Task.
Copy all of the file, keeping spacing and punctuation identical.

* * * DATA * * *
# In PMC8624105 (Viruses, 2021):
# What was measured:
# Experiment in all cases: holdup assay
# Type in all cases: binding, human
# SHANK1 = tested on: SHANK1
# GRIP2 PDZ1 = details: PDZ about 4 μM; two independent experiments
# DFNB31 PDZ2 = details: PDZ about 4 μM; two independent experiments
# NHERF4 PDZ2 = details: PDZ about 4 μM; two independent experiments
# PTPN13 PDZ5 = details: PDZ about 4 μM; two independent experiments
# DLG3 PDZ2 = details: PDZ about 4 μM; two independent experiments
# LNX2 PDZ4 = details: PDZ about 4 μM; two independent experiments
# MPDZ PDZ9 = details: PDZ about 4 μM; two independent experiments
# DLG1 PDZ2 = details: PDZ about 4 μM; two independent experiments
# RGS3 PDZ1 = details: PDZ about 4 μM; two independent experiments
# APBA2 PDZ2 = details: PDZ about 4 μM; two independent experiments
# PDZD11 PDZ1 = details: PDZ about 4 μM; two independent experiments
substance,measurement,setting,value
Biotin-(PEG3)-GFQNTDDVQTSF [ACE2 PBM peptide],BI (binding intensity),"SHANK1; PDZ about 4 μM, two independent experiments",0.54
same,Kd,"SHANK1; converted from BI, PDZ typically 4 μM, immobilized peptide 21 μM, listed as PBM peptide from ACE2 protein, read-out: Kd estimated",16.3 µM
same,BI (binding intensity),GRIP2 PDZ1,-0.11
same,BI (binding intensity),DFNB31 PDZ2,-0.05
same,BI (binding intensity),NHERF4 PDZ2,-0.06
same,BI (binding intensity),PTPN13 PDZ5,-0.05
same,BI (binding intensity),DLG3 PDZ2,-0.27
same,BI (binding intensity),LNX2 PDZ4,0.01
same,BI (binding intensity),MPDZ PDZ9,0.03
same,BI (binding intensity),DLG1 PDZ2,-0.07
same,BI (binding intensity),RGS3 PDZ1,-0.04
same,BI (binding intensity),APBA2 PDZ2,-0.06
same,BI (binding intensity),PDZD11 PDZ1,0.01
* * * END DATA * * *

# In PMC8624105 (Viruses, 2021):
# What was measured:
# Experiment in all cases: holdup assay
# Type in all cases: binding, human
# SHANK1 = tested on: SHANK1
# GRIP2 PDZ1 = details: PDZ about 4 μM; two independent experiments
# DFNB31 PDZ2 = details: PDZ about 4 μM; two independent experiments
# NHERF4 PDZ2 = details: PDZ about 4 μM; two independent experiments
# PTPN13 PDZ5 = details: PDZ about 4 μM; two independent experiments
# DLG3 PDZ2 = details: PDZ about 4 μM; two independent experiments
# LNX2 PDZ4 = details: PDZ about 4 μM; two independent experiments
# MPDZ PDZ9 = details: PDZ about 4 μM; two independent experiments
# DLG1 PDZ2 = details: PDZ about 4 μM; two independent experiments
# RGS3 PDZ1 = details: PDZ about 4 μM; two independent experiments
# APBA2 PDZ2 = details: PDZ about 4 μM; two independent experiments
# PDZD11 PDZ1 = details: PDZ about 4 μM; two independent experiments
substance,measurement,setting,value
Biotin-(PEG3)-GFQNTDDVQTSF [ACE2 PBM peptide],BI (binding intensity),"SHANK1; PDZ about 4 μM, two independent experiments",0.54
same,Kd,"SHANK1; converted from BI, PDZ typically 4 μM, immobilized peptide 21 μM, listed as PBM peptide from ACE2 protein, read-out: Kd estimated",16.3 µM
same,BI (binding intensity),GRIP2 PDZ1,-0.11
same,BI (binding intensity),DFNB31 PDZ2,-0.05
same,BI (binding intensity),NHERF4 PDZ2,-0.06
same,BI (binding intensity),PTPN13 PDZ5,-0.05
same,BI (binding intensity),DLG3 PDZ2,-0.27
same,BI (binding intensity),LNX2 PDZ4,0.01
same,BI (binding intensity),MPDZ PDZ9,0.03
same,BI (binding intensity),DLG1 PDZ2,-0.07
same,BI (binding intensity),RGS3 PDZ1,-0.04
same,BI (binding intensity),APBA2 PDZ2,-0.06
same,BI (binding intensity),PDZD11 PDZ1,0.01